What if New York City’s iconic Brooklyn Bridge was transformed into a floating borough? That’s what architect Daniel Gillen has proposed in his submission to the Reimagining Brooklyn Bridge competition.
With a shape inspired by natural landform features found at water edges, Gillen’s Brooklyn Bluff concept is designed to enhance public connection to nature and foster a new perspective on adaptive reuse projects.
Developed to provide ongoing flexibility in its usage, the program for this ‘living infrastructure’ contains housing, hotel, cultural, retail and public functions. Through economising the structure with an inhabitable program, Gillen proposes to establish a symbiotic relationship between revenue income and bridge maintenance, ensuring longevity in functionality for the future.
To respect the original design, the proposed architectural addition creates a clear and legible distinction between contemporary and historic. The strength and utility of the Brooklyn Bridge is balanced with a progressive approach to architecture, evaluating a multitude of factors including social conditions, fiscal longevity and safety.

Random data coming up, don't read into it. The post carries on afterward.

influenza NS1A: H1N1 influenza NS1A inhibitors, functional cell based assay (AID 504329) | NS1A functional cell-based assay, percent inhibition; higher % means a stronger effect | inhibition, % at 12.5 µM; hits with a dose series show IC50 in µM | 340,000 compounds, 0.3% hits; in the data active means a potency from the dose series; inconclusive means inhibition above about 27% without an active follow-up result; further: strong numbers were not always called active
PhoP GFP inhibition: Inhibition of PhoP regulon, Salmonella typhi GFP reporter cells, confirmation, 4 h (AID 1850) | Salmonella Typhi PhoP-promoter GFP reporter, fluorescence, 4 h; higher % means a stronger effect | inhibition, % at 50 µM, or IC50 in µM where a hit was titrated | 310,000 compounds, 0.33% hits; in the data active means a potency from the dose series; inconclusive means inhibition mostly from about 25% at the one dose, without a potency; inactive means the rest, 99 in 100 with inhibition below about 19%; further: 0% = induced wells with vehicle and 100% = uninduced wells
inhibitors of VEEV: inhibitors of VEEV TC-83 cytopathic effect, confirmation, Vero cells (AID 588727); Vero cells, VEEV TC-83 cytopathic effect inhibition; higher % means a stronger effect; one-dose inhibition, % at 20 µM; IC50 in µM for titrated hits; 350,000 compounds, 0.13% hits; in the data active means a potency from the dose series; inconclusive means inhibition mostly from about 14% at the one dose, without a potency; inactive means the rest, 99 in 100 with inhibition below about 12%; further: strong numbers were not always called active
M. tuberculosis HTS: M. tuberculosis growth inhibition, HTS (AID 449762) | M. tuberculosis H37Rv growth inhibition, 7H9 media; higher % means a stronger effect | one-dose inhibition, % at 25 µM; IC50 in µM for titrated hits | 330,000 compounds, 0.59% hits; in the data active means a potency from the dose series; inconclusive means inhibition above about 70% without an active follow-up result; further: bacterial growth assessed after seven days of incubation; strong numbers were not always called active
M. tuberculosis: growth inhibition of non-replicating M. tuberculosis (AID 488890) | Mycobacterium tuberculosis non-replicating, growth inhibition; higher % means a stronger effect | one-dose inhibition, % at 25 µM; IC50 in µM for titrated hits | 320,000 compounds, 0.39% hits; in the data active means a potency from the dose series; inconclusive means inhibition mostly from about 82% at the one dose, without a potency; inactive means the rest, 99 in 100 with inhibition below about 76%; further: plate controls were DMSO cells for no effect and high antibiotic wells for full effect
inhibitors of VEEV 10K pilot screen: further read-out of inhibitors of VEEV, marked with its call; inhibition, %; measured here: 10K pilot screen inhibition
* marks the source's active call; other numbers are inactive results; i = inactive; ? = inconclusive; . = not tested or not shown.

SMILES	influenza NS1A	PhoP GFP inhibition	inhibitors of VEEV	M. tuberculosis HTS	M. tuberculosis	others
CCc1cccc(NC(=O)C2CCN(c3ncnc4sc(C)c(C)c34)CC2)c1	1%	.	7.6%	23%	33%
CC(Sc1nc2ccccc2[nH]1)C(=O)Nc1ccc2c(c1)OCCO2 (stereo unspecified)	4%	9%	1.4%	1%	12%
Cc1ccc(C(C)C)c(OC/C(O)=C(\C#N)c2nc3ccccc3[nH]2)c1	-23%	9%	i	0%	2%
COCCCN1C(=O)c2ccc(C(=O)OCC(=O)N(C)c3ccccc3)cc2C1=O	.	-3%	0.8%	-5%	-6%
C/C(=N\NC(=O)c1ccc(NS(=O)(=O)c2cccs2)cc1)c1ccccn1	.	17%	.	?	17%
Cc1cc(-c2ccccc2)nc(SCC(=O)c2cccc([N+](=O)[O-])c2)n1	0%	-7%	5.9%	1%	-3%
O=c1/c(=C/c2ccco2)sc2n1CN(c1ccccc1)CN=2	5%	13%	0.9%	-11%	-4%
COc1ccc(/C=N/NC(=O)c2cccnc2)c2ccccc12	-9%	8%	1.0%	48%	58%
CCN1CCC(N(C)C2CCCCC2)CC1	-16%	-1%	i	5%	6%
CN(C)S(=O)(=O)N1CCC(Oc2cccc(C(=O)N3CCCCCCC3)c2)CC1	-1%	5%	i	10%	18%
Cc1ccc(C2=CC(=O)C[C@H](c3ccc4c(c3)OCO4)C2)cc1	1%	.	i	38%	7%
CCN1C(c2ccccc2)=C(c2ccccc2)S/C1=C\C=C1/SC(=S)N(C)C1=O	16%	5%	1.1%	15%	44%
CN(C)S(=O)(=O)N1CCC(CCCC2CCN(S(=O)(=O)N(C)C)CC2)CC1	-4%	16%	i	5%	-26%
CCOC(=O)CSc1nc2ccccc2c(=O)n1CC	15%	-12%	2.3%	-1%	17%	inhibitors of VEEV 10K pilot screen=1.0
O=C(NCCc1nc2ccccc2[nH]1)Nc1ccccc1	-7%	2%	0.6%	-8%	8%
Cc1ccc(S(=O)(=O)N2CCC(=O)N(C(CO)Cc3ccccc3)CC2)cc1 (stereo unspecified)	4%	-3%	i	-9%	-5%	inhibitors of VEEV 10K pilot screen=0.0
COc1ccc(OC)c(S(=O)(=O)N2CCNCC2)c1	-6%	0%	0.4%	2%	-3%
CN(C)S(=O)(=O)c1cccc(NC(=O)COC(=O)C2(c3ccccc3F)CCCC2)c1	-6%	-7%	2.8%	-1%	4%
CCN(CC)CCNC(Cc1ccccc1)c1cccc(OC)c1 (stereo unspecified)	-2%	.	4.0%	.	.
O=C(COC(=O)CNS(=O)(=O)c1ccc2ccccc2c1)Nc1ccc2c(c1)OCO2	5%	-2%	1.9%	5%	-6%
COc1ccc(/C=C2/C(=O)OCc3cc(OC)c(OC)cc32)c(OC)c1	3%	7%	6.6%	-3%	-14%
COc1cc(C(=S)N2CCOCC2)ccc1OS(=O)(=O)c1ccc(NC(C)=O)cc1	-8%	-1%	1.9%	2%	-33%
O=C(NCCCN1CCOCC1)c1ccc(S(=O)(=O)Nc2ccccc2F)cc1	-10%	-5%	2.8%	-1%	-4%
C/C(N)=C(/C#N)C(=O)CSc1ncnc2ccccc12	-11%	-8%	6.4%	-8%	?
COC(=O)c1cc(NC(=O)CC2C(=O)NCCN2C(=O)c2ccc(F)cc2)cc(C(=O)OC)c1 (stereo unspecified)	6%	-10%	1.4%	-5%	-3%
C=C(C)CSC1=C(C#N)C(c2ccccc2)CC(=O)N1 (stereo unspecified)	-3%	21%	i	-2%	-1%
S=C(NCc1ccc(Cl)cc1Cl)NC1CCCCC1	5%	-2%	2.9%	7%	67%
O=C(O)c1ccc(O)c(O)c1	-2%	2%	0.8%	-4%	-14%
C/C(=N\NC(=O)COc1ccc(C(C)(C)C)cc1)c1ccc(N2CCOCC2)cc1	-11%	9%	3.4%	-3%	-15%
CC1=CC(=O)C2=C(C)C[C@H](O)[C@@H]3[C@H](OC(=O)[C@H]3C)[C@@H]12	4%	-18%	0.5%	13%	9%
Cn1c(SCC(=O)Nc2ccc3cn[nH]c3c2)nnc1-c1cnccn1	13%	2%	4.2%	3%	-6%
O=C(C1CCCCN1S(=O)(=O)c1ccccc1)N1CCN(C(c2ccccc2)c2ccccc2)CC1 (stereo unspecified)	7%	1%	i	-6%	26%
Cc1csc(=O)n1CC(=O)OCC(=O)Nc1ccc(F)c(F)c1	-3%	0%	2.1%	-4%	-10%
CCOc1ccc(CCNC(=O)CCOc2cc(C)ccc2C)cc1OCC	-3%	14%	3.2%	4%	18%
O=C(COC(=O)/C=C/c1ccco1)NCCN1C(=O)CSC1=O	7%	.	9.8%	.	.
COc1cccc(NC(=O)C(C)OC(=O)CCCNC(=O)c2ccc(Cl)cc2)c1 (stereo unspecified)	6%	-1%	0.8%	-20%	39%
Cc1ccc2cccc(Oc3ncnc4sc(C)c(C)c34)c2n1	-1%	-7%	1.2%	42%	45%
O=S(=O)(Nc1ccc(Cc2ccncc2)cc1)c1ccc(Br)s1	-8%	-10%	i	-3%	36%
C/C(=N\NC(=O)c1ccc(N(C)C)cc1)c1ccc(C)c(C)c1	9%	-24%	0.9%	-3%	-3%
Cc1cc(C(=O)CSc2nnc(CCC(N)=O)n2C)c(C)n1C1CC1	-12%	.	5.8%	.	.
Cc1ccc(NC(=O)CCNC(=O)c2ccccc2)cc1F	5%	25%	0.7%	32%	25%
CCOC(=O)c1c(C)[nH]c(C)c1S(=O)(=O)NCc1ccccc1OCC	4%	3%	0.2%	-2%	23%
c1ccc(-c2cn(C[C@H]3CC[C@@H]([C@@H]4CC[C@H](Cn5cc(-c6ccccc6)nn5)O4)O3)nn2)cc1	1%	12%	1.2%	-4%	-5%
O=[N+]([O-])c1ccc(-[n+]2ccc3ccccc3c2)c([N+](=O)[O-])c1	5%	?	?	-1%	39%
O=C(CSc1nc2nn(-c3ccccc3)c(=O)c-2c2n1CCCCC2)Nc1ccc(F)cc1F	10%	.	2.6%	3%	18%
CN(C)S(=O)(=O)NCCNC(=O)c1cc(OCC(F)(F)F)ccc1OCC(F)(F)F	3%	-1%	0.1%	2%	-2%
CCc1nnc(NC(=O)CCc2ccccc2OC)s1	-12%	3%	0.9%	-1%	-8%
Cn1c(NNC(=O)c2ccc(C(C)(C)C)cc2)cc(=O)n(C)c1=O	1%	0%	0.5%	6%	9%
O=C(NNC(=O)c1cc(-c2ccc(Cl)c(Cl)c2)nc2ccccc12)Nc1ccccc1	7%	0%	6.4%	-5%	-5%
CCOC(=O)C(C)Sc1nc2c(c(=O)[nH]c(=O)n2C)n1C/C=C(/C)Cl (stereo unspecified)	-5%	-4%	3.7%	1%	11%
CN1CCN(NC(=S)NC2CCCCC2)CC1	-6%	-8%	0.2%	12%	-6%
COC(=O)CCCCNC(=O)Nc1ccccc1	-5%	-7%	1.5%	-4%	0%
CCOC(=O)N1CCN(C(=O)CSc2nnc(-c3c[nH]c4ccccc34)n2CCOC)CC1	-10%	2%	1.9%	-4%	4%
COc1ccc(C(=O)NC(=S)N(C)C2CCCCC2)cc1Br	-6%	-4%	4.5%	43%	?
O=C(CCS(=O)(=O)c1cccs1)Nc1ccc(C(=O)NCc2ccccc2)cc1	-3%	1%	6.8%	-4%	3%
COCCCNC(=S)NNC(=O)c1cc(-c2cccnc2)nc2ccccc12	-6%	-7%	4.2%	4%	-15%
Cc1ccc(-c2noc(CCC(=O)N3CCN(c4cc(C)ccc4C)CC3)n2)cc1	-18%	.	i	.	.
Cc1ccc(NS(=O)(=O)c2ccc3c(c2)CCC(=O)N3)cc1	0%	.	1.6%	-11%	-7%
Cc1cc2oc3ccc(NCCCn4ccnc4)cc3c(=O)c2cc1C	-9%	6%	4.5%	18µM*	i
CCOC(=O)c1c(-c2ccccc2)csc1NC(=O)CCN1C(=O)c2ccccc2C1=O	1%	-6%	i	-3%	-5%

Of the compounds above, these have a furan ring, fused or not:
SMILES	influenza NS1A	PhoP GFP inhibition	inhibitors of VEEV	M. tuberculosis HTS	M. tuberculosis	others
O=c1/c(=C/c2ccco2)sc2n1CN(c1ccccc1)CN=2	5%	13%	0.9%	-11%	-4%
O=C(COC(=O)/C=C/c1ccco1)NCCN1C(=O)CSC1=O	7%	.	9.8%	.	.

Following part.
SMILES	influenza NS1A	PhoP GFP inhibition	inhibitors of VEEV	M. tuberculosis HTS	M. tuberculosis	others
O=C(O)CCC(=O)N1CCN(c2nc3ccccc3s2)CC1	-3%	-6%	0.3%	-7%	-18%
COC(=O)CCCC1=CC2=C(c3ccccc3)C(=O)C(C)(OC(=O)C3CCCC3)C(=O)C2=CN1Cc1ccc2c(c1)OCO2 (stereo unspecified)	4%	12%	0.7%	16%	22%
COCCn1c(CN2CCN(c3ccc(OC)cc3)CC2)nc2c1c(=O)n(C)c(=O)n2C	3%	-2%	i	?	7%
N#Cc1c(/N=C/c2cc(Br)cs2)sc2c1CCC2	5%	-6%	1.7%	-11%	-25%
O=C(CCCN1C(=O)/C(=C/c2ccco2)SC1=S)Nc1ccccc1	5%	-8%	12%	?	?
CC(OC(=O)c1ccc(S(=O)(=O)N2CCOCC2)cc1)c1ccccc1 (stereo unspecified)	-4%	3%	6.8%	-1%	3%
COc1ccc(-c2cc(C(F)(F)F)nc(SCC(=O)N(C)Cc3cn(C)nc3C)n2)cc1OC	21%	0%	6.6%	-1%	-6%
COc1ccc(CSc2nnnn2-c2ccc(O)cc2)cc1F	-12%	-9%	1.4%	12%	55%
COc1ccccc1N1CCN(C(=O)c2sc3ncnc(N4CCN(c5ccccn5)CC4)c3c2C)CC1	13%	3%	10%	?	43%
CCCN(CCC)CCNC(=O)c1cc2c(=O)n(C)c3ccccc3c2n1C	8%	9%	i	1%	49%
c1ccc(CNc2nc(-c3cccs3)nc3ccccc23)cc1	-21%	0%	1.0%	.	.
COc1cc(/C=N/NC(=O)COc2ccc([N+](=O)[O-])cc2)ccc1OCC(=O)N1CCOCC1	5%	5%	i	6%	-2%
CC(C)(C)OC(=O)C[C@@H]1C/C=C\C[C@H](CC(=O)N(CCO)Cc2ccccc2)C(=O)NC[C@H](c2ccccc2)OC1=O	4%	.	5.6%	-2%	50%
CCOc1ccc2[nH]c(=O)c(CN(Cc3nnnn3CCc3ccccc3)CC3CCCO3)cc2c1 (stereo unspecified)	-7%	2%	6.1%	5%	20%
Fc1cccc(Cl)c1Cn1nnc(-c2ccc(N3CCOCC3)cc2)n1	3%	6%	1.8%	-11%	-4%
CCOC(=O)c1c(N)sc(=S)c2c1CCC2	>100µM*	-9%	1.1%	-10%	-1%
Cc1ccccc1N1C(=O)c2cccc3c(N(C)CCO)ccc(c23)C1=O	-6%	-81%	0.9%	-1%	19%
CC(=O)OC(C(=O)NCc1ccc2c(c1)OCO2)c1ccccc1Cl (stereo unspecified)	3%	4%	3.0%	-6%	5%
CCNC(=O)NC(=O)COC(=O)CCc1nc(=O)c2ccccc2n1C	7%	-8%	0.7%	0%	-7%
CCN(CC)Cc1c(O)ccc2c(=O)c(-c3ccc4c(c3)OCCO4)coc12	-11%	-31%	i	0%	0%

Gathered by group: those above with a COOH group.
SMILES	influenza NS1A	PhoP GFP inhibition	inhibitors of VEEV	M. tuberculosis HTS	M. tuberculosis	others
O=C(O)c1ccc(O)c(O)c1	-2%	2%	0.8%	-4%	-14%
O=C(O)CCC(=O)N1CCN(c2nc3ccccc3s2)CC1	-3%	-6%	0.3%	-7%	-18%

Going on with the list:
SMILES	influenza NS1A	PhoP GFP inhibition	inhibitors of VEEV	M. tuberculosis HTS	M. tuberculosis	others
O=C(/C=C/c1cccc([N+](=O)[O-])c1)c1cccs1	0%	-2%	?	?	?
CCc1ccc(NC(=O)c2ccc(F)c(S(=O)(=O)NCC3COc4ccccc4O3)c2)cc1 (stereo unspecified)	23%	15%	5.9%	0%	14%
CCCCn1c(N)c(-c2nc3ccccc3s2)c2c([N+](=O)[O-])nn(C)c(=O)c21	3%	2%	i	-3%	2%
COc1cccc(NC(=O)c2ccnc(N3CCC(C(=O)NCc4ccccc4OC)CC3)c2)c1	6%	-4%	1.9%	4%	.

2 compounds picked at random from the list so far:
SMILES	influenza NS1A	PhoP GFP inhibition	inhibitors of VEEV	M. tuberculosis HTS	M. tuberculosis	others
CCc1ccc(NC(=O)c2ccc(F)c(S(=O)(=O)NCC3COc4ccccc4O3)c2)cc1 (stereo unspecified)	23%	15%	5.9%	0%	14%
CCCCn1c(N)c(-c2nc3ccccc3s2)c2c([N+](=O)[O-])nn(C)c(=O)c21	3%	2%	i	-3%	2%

A large public park balances the private economic incentives for the site. Gillen notes, “The topic of sustainability cannot be limited to environmental and social considerations alone, but could aim to recalibrate private profits towards the financial sustainability of public systems.”
Through this proposal, the public is encouraged to acknowledge that the future is both literally and figuratively ‘supported’ by the past and the symbiotic relationship between the two. As bold and ambitious as the original bridge, the Brooklyn Bluff leverages the original structure by embracing the pier, while the cable structure supports the cantilevered span in equilibrium.
One element is grounded in history while the other is reaching toward the future, establishing a contemporary infrastructure typology.
“Humanity is clearly needing more from our cities and public spaces,” says Gillen. “An equitable system that prioritises the needs of the many over the few. Architecture has a responsibility to facilitate this action.”
Via designboom | All images courtesy of Daniel Gillen